“Once you learn what you need, what people once saw as a disadvantage becomes your biggest asset,” she said.

Brittany graduated this month and won the top school award, the School of Justice & Community Development Academic Achievement Award. This award is presented to a graduate for academic achievement and significant contribution to the college community. As such, Brittany was selected to deliver the Valedictorian address at convocation.

When she stood at the podium on June 6 at the School of Justice & Community Development ceremony, Brittany introduced herself by saying, “My name is Brittany Parsons. I am a first generation student, an individual who’s proud to say lives with a learning disability, and today I will graduate from the Child and Youth Care program.”

Three years ago Brittany said she would not have felt comfortable sharing her learning disability with a crowd of people, but since coming to Fleming she feels empowered to share her story.

“Some say having a learning disability is embarrassing. When you openly say it, it becomes empowering and no longer a roadblock,” she explained. “There’s always someone in your life that’ll say you can’t do something and with a learning disability you hear that 10 times more often. Once you are accepting and ready to love yourself with your learning disability, you will learn your purpose and can do whatever it is.”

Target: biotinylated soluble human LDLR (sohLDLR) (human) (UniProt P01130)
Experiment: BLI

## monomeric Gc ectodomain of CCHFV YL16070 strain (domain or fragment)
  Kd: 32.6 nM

Brittany is now working for York Region District School Board as a Child and Youth Care practitioner. She plans on completing a Bachelor of Arts in Child and Youth Care and eventually earn her PhD.

“This dream would not have been possible three years ago. I have been blessed with amazing faculty,” she said. “The thought of university is scary, but I learned that if I start early and advocate for myself, it will be possible. I’m applying this fall and will do it part-time online while I continue to work in my field, Later, once it can be a smooth transition, I will transition to full-time studies because I know I can do it!”

10 years after high school, Jessica Polley took the “huge, scary step” to attend college

jessica-polleyJessica Polley was very nervous to attend college as a mature student. Among concerns like tuition, being older than her peers and whether she chose the right program for her, Jessica was concerned about her ability to learn something new 10 years after graduating high school.